Read an Excerpt
Racing Weight Cookbook is not a typical cookbook.
It is a cookbook for endurance athletes, who are as different from other categories of eaters as bicycle seats are different from recliners.
Cyclists, cross-country skiers, rowers, runners, swimmers, and triathletes have special dietary goals and nutritional needs that are not shared by their nonathlete friends. These unique dietary requirements— especially as they relate to the goal of performance weight management—are thoroughly addressed in my book Racing Weight: How to Get Lean for Peak Performance. This cookbook presents original recipes that are consistent with the guidelines offered in that book. Of course, these recipes may also serve as healthy meals for any nonathletes in your household, but they were created especially for athletes like you.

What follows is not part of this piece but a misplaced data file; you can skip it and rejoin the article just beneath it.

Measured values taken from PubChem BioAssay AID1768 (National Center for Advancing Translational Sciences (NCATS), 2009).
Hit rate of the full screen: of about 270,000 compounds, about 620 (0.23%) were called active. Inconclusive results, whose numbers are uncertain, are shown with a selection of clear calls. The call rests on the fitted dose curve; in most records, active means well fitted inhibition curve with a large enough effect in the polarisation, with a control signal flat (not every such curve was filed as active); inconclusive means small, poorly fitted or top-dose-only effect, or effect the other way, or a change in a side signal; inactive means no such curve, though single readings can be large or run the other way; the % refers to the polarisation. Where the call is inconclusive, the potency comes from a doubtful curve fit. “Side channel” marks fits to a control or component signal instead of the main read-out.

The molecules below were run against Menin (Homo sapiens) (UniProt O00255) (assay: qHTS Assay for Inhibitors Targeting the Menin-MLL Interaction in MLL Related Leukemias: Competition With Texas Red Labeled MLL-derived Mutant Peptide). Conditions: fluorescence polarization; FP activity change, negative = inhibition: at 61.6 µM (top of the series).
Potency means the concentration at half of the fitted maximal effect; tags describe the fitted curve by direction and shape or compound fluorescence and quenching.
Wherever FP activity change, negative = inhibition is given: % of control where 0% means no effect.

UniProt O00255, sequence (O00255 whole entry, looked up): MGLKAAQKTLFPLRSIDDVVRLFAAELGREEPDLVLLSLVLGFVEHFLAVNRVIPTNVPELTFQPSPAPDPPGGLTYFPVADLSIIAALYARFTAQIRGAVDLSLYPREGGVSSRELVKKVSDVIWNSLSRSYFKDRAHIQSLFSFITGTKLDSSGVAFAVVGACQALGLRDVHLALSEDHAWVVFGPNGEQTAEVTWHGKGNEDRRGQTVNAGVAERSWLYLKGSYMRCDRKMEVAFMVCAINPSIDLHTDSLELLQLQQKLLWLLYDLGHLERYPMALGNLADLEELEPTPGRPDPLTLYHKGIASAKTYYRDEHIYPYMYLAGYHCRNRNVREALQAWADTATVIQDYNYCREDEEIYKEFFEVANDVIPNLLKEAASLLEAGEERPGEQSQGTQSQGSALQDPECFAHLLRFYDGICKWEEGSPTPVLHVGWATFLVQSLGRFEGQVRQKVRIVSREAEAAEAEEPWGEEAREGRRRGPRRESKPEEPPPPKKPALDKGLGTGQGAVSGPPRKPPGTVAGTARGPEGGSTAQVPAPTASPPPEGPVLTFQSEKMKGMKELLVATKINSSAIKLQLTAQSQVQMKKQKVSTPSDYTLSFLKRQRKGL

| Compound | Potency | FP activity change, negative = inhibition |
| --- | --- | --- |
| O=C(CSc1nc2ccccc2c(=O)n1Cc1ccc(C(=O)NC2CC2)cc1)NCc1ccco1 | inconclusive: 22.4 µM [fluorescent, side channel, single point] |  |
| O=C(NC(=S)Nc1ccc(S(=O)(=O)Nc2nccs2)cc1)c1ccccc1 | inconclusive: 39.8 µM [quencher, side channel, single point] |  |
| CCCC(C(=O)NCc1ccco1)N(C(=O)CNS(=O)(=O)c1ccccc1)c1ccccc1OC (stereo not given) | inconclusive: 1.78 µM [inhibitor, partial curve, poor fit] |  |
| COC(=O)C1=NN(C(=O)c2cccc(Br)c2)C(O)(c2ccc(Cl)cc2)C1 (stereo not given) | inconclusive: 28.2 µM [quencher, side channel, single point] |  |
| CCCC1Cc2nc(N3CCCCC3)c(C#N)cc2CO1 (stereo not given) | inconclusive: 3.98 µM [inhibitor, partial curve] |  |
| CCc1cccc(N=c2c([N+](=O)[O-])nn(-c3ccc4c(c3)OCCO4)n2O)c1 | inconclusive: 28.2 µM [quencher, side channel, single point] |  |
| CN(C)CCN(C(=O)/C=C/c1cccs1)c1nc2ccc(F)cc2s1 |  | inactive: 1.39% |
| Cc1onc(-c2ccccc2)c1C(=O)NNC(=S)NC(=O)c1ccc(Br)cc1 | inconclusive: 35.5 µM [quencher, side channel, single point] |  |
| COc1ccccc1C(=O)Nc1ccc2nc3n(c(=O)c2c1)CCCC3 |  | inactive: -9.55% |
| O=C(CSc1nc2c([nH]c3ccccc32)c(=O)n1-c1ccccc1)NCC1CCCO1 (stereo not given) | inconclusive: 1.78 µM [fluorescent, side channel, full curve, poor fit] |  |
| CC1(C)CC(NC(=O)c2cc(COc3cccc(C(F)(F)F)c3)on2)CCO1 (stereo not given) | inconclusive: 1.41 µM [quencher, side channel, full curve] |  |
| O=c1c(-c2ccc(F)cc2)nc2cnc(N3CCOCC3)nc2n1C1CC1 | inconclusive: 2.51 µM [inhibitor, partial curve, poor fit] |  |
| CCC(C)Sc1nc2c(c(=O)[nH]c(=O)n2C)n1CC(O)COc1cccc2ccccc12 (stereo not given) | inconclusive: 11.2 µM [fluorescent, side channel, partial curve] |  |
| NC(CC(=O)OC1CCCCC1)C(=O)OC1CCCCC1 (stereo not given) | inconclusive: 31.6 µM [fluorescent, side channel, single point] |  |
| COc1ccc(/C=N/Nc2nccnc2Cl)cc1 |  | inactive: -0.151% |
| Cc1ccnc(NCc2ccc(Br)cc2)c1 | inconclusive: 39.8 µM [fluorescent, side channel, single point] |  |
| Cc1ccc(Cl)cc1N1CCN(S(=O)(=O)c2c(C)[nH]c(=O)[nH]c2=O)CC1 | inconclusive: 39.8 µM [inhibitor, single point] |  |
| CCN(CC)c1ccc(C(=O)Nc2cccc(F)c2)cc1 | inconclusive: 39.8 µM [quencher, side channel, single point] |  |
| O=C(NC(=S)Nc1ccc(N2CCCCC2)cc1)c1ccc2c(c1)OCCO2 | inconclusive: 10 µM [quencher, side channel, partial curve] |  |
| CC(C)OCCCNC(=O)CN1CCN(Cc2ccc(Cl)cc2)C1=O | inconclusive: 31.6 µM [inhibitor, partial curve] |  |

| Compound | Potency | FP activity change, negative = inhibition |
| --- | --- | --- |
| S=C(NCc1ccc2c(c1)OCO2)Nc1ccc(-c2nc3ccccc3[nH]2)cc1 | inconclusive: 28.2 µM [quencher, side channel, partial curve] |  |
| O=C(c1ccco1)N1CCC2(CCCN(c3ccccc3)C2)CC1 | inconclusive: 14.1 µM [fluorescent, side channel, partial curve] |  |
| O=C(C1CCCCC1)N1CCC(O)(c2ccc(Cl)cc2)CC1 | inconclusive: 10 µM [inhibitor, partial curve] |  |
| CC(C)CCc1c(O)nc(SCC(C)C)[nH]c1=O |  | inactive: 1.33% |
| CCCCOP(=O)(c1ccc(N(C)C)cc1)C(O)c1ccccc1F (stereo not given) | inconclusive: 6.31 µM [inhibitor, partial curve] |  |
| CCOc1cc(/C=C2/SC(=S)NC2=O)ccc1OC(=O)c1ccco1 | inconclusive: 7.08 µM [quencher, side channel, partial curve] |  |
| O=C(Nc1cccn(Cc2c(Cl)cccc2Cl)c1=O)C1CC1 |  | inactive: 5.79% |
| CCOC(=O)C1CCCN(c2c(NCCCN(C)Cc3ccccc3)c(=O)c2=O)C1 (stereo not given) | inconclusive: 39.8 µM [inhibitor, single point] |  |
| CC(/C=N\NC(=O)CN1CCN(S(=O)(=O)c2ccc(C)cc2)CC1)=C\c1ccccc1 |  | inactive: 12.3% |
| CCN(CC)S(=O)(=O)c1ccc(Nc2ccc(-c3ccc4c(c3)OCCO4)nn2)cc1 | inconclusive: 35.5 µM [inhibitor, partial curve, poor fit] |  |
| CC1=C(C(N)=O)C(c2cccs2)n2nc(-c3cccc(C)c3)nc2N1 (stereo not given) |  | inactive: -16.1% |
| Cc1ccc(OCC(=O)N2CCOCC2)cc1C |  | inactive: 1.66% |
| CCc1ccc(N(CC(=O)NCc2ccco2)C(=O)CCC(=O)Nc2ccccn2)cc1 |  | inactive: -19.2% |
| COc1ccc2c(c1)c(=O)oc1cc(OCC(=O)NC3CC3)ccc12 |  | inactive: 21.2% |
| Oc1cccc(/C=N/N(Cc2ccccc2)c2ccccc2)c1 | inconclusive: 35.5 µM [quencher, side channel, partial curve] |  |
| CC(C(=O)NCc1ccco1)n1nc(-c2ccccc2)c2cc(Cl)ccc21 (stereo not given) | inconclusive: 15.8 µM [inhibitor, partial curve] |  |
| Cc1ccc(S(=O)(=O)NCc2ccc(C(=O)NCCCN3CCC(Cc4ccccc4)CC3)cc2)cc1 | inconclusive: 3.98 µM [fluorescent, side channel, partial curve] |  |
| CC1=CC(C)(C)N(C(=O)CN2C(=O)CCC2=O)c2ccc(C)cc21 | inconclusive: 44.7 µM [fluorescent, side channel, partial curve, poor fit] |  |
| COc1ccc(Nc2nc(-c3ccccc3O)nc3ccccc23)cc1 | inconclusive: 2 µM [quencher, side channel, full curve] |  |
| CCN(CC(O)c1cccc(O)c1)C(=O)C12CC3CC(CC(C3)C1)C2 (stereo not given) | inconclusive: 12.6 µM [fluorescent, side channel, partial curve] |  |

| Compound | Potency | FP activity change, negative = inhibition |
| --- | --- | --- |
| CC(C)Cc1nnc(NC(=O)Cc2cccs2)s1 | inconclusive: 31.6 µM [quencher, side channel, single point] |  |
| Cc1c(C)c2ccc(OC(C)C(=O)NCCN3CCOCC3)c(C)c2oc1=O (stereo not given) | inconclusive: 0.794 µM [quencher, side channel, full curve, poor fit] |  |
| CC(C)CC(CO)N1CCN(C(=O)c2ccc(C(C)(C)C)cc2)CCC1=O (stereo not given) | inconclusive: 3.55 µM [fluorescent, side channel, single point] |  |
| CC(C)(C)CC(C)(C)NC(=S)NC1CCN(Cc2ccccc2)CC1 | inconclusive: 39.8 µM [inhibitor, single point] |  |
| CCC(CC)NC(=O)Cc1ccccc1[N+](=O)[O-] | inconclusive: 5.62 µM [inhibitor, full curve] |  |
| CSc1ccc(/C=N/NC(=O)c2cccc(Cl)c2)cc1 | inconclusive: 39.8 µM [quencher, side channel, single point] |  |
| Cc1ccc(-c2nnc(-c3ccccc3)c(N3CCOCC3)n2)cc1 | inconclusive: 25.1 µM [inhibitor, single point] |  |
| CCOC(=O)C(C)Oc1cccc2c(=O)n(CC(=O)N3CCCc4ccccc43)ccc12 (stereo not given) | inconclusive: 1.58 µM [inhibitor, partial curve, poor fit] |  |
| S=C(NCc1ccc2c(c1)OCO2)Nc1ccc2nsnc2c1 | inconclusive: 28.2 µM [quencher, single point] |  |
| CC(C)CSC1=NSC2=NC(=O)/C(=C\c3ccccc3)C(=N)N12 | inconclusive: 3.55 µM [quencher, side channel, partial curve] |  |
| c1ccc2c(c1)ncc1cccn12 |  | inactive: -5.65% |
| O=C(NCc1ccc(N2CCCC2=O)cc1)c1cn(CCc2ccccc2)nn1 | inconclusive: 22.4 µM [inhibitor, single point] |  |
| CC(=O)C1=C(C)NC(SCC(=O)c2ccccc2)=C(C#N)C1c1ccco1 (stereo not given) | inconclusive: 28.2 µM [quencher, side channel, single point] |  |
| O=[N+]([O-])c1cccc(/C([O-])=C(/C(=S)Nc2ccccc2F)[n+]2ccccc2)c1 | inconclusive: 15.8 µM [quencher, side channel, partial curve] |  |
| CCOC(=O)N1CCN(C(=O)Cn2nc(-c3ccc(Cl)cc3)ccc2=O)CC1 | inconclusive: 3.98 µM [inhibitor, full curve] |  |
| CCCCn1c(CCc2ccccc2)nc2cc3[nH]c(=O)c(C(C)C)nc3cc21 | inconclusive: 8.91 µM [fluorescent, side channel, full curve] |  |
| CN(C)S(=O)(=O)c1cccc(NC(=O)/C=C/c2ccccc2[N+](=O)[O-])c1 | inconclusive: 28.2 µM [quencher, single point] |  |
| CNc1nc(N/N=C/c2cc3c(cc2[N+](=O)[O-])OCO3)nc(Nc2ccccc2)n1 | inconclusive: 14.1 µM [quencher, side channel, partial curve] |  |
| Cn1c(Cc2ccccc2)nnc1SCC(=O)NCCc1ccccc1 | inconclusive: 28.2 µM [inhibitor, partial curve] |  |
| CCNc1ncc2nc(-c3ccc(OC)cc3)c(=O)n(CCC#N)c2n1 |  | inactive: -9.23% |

Most cookbooks are written for people who have a preexisting interest in cooking. The Racing Weight Cookbook does not presume such an interest because it is intended to enable all endurance athletes, regardless of cooking experience, to feed themselves in a way that conforms to the Racing Weight system. While there are plenty of recipes in the following pages that will appeal to experienced cooks, there are also many that require no special kitchen skills. My highest priority in putting together this book was to ensure that it was useful even to those athletes who generally would rather wash up after dinner than prepare it.